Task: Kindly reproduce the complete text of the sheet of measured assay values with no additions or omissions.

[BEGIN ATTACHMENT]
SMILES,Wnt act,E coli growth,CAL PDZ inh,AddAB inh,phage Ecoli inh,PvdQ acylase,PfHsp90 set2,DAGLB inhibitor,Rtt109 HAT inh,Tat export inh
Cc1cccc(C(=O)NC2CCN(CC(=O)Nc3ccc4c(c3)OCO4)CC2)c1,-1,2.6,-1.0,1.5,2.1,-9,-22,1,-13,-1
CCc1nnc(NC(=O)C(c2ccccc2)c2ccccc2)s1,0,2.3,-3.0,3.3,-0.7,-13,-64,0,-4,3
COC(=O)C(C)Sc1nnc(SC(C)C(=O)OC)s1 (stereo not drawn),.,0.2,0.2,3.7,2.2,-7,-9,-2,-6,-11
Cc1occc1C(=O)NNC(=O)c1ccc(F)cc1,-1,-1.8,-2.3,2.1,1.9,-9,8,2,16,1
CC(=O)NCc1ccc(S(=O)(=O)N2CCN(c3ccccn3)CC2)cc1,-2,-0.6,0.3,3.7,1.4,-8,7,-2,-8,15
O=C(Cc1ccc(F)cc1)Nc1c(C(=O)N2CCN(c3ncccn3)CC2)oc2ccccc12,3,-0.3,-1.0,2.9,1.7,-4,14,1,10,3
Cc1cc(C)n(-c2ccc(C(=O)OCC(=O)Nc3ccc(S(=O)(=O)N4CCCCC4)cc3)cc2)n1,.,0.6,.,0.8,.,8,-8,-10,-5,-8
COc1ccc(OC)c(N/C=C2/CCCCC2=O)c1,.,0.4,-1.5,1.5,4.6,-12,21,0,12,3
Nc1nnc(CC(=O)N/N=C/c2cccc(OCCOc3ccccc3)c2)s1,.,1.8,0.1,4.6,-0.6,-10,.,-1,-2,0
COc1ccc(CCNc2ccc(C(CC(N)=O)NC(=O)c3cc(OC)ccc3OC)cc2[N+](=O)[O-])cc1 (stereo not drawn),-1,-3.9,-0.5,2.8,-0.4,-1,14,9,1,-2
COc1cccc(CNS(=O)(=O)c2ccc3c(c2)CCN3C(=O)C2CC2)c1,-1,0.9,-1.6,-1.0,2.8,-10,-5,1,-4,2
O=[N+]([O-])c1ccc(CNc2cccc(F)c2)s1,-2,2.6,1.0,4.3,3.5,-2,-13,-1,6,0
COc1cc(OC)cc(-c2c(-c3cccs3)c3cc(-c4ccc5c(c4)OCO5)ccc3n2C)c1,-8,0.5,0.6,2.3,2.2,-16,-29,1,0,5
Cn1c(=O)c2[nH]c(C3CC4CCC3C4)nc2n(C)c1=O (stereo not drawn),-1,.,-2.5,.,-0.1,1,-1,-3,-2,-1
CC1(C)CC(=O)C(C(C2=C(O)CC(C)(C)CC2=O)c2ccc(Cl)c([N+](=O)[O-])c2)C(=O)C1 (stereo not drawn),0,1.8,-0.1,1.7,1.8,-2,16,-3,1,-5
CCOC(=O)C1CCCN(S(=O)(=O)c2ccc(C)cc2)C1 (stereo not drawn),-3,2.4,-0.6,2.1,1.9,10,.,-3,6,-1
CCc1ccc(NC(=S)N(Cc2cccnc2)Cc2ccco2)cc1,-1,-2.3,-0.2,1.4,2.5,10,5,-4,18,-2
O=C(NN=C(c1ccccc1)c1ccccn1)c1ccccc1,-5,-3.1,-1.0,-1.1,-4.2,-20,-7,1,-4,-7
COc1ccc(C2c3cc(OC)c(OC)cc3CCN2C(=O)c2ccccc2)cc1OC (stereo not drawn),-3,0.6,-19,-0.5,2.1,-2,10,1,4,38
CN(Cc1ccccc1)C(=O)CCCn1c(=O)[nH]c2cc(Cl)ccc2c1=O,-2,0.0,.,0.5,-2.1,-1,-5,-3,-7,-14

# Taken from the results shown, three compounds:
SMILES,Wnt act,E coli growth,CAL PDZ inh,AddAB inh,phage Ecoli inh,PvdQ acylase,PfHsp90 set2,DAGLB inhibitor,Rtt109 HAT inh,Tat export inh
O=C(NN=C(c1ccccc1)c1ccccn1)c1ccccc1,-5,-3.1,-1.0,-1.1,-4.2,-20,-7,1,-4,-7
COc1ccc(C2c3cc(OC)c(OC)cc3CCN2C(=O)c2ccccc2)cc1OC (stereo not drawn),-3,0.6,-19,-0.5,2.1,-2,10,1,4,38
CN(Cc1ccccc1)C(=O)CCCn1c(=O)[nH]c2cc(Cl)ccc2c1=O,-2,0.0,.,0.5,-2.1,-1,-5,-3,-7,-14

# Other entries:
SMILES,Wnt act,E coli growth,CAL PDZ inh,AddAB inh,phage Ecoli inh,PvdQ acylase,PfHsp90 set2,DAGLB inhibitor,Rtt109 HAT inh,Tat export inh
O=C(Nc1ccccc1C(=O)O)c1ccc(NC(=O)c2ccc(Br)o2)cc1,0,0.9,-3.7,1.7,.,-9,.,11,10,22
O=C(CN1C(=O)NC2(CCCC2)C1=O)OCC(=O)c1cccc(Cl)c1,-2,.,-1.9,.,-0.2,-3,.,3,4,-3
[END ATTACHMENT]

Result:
SMILES,Wnt act,E coli growth,CAL PDZ inh,AddAB inh,phage Ecoli inh,PvdQ acylase,PfHsp90 set2,DAGLB inhibitor,Rtt109 HAT inh,Tat export inh
Cc1cccc(C(=O)NC2CCN(CC(=O)Nc3ccc4c(c3)OCO4)CC2)c1,-1,2.6,-1.0,1.5,2.1,-9,-22,1,-13,-1
CCc1nnc(NC(=O)C(c2ccccc2)c2ccccc2)s1,0,2.3,-3.0,3.3,-0.7,-13,-64,0,-4,3
COC(=O)C(C)Sc1nnc(SC(C)C(=O)OC)s1 (stereo not drawn),.,0.2,0.2,3.7,2.2,-7,-9,-2,-6,-11
Cc1occc1C(=O)NNC(=O)c1ccc(F)cc1,-1,-1.8,-2.3,2.1,1.9,-9,8,2,16,1
CC(=O)NCc1ccc(S(=O)(=O)N2CCN(c3ccccn3)CC2)cc1,-2,-0.6,0.3,3.7,1.4,-8,7,-2,-8,15
O=C(Cc1ccc(F)cc1)Nc1c(C(=O)N2CCN(c3ncccn3)CC2)oc2ccccc12,3,-0.3,-1.0,2.9,1.7,-4,14,1,10,3
Cc1cc(C)n(-c2ccc(C(=O)OCC(=O)Nc3ccc(S(=O)(=O)N4CCCCC4)cc3)cc2)n1,.,0.6,.,0.8,.,8,-8,-10,-5,-8
COc1ccc(OC)c(N/C=C2/CCCCC2=O)c1,.,0.4,-1.5,1.5,4.6,-12,21,0,12,3
Nc1nnc(CC(=O)N/N=C/c2cccc(OCCOc3ccccc3)c2)s1,.,1.8,0.1,4.6,-0.6,-10,.,-1,-2,0
COc1ccc(CCNc2ccc(C(CC(N)=O)NC(=O)c3cc(OC)ccc3OC)cc2[N+](=O)[O-])cc1 (stereo not drawn),-1,-3.9,-0.5,2.8,-0.4,-1,14,9,1,-2
COc1cccc(CNS(=O)(=O)c2ccc3c(c2)CCN3C(=O)C2CC2)c1,-1,0.9,-1.6,-1.0,2.8,-10,-5,1,-4,2
O=[N+]([O-])c1ccc(CNc2cccc(F)c2)s1,-2,2.6,1.0,4.3,3.5,-2,-13,-1,6,0
COc1cc(OC)cc(-c2c(-c3cccs3)c3cc(-c4ccc5c(c4)OCO5)ccc3n2C)c1,-8,0.5,0.6,2.3,2.2,-16,-29,1,0,5
Cn1c(=O)c2[nH]c(C3CC4CCC3C4)nc2n(C)c1=O (stereo not drawn),-1,.,-2.5,.,-0.1,1,-1,-3,-2,-1
CC1(C)CC(=O)C(C(C2=C(O)CC(C)(C)CC2=O)c2ccc(Cl)c([N+](=O)[O-])c2)C(=O)C1 (stereo not drawn),0,1.8,-0.1,1.7,1.8,-2,16,-3,1,-5
CCOC(=O)C1CCCN(S(=O)(=O)c2ccc(C)cc2)C1 (stereo not drawn),-3,2.4,-0.6,2.1,1.9,10,.,-3,6,-1
CCc1ccc(NC(=S)N(Cc2cccnc2)Cc2ccco2)cc1,-1,-2.3,-0.2,1.4,2.5,10,5,-4,18,-2
O=C(NN=C(c1ccccc1)c1ccccn1)c1ccccc1,-5,-3.1,-1.0,-1.1,-4.2,-20,-7,1,-4,-7
COc1ccc(C2c3cc(OC)c(OC)cc3CCN2C(=O)c2ccccc2)cc1OC (stereo not drawn),-3,0.6,-19,-0.5,2.1,-2,10,1,4,38
CN(Cc1ccccc1)C(=O)CCCn1c(=O)[nH]c2cc(Cl)ccc2c1=O,-2,0.0,.,0.5,-2.1,-1,-5,-3,-7,-14

# Taken from the results shown, three compounds:
SMILES,Wnt act,E coli growth,CAL PDZ inh,AddAB inh,phage Ecoli inh,PvdQ acylase,PfHsp90 set2,DAGLB inhibitor,Rtt109 HAT inh,Tat export inh
O=C(NN=C(c1ccccc1)c1ccccn1)c1ccccc1,-5,-3.1,-1.0,-1.1,-4.2,-20,-7,1,-4,-7
COc1ccc(C2c3cc(OC)c(OC)cc3CCN2C(=O)c2ccccc2)cc1OC (stereo not drawn),-3,0.6,-19,-0.5,2.1,-2,10,1,4,38
CN(Cc1ccccc1)C(=O)CCCn1c(=O)[nH]c2cc(Cl)ccc2c1=O,-2,0.0,.,0.5,-2.1,-1,-5,-3,-7,-14

# Other entries:
SMILES,Wnt act,E coli growth,CAL PDZ inh,AddAB inh,phage Ecoli inh,PvdQ acylase,PfHsp90 set2,DAGLB inhibitor,Rtt109 HAT inh,Tat export inh
O=C(Nc1ccccc1C(=O)O)c1ccc(NC(=O)c2ccc(Br)o2)cc1,0,0.9,-3.7,1.7,.,-9,.,11,10,22
O=C(CN1C(=O)NC2(CCCC2)C1=O)OCC(=O)c1cccc(Cl)c1,-2,.,-1.9,.,-0.2,-3,.,3,4,-3